A video is making the rounds on social media showing the moment a gas station’s fire suppression system malfunctioned, blanketing cars and the surrounding area in powder. It’s an old video, but still a good look into something most people will hopefully never have to witness.
The video getting passed around sites like TikTok shows the moment the fire suppression system malfunctioned at a fuel station in Quincy, Massachusetts and deployed a cloud of powder.
In July 2020, suppressant covered cars, the people fueling them and even a nearby street creating quite the mess, reports CBS Boston. The scene is pretty chaotic. You can see someone run away from the cloud and even the Mitsubishi at the street corner inches forward.
Thankfully, nobody was seriously injured, so this is a good demonstration of how these systems work.
Peer up at a gas station’s canopy and you might see that some stations have have nozzles pointed at you while others don’t.
If they are there, what you’re looking at is an automatic fire suppression system. These systems are made up of canisters full of a chemical agent that deploys when thermal detectors sense a fire. From there, it sends a signal to a control panel, sending another signal to another panel that sends compressed nitrogen to actuate the cylinders.
Monroe Extinguisher has a handy animation showing the anatomy of their system:
This system works together with other safety measures like an automatic fuel shut-off to not just extinguish fires, but to ensure additional fuel isn’t getting added.
Gas station fire suppression systems often deploy a sodium bicarbonate-based dry-chemical agent. Sodium bicarbonate (also known as baking soda) combines with an acidic ingredient to release carbon dioxide as it heats up. Good for smothering a car or gas pump fire under the canopy.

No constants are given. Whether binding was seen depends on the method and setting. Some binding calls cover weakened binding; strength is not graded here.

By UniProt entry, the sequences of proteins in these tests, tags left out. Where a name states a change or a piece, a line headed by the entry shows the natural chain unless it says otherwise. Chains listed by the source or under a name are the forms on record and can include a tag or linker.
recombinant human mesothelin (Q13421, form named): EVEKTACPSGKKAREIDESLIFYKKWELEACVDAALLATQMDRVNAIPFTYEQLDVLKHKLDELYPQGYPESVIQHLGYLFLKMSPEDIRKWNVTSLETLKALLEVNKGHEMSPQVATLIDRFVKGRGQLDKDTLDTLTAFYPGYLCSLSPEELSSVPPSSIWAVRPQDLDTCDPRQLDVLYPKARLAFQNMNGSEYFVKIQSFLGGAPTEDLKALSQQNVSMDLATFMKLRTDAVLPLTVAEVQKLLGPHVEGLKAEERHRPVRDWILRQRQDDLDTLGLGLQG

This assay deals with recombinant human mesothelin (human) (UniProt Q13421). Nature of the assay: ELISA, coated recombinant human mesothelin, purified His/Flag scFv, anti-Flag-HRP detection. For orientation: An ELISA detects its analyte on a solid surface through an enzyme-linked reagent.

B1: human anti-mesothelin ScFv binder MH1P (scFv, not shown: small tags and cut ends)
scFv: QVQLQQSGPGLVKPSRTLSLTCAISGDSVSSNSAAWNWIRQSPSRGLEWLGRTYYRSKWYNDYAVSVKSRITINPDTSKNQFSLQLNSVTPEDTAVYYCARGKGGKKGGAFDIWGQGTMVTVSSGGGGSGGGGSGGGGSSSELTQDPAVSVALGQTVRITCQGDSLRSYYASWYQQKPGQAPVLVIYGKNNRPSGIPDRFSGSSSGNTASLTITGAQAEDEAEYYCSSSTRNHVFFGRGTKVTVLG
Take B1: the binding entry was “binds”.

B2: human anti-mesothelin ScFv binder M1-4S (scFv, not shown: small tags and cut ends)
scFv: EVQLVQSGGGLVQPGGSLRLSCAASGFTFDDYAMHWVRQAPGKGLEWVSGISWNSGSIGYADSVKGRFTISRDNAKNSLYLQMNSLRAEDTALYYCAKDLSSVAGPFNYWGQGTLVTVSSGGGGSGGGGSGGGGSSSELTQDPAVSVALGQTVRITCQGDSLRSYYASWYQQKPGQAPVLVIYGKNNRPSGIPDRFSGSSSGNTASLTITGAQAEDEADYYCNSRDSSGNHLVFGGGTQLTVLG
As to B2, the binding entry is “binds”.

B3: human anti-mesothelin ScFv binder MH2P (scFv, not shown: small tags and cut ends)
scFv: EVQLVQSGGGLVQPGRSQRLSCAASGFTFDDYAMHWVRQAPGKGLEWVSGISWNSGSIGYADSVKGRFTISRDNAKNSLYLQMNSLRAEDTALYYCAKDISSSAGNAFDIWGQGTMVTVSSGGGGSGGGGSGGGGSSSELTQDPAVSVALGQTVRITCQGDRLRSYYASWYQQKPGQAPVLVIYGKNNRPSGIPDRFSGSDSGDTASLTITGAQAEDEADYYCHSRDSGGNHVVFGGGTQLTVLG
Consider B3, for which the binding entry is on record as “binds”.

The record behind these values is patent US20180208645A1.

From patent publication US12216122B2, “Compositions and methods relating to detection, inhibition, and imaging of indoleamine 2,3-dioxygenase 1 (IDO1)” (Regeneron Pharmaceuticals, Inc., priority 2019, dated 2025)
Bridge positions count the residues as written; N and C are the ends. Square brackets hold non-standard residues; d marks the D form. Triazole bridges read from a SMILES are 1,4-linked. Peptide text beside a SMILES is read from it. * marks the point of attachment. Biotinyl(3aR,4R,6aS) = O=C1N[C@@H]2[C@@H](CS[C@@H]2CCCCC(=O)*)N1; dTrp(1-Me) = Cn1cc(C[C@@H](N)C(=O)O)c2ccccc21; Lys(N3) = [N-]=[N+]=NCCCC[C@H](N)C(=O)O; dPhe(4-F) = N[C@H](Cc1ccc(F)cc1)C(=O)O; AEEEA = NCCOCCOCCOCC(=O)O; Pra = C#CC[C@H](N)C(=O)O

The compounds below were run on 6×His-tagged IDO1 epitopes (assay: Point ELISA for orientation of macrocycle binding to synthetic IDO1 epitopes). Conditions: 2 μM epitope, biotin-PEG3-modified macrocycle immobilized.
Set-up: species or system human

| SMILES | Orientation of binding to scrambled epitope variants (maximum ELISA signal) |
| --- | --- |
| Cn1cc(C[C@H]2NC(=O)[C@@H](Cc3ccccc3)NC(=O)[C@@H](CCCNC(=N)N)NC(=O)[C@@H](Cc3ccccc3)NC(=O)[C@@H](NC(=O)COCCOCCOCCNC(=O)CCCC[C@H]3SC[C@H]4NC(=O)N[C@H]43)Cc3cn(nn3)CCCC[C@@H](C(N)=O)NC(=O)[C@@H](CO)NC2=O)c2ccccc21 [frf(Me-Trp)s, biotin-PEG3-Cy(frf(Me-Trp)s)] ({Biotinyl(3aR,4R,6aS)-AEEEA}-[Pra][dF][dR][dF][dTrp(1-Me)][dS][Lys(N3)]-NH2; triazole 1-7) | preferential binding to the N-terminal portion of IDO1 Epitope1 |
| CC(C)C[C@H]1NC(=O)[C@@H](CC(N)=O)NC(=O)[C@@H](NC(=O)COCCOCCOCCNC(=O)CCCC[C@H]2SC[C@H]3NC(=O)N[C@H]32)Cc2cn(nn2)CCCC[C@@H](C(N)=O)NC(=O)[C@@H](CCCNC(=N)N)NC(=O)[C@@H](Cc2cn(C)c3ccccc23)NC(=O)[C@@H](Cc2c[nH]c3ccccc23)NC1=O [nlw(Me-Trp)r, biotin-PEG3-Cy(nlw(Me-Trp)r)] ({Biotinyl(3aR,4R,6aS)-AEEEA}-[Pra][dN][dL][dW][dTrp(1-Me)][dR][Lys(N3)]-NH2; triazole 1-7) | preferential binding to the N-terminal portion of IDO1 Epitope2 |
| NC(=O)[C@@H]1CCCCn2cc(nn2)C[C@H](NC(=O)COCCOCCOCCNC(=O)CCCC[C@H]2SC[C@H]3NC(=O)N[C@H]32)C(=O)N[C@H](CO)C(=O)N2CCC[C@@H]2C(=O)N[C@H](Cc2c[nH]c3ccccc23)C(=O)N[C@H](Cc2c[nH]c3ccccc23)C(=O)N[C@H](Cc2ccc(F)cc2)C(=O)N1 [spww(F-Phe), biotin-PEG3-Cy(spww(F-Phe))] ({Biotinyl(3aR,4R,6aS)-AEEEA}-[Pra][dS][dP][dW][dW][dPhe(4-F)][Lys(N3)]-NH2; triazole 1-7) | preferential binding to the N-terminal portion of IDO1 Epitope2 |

Other dry-chemical agents that you might see out there are potassium bicarbonate or monoammonium phosphate.
If you’ve looked up and noticed that the stations in your area don’t have this nifty system, you’re not alone. Local and state governments have different regulations on when and where the systems should be installed.
Getting covered in this stuff can cause irritation and shortness of breath, among other things, but is less harmful than it looks. Still, if you’ve ever used a fire extinguisher, you know that this stuff gets everywhere. I’m pretty sure I still have fire extinguisher powder covering something after I used one months ago.
The cause of the malfunction was never revealed, but the Quincy Police Department did have jokes about it not actually snowing in July. Hopefully nobody had their car doors open when this system malfunctioned.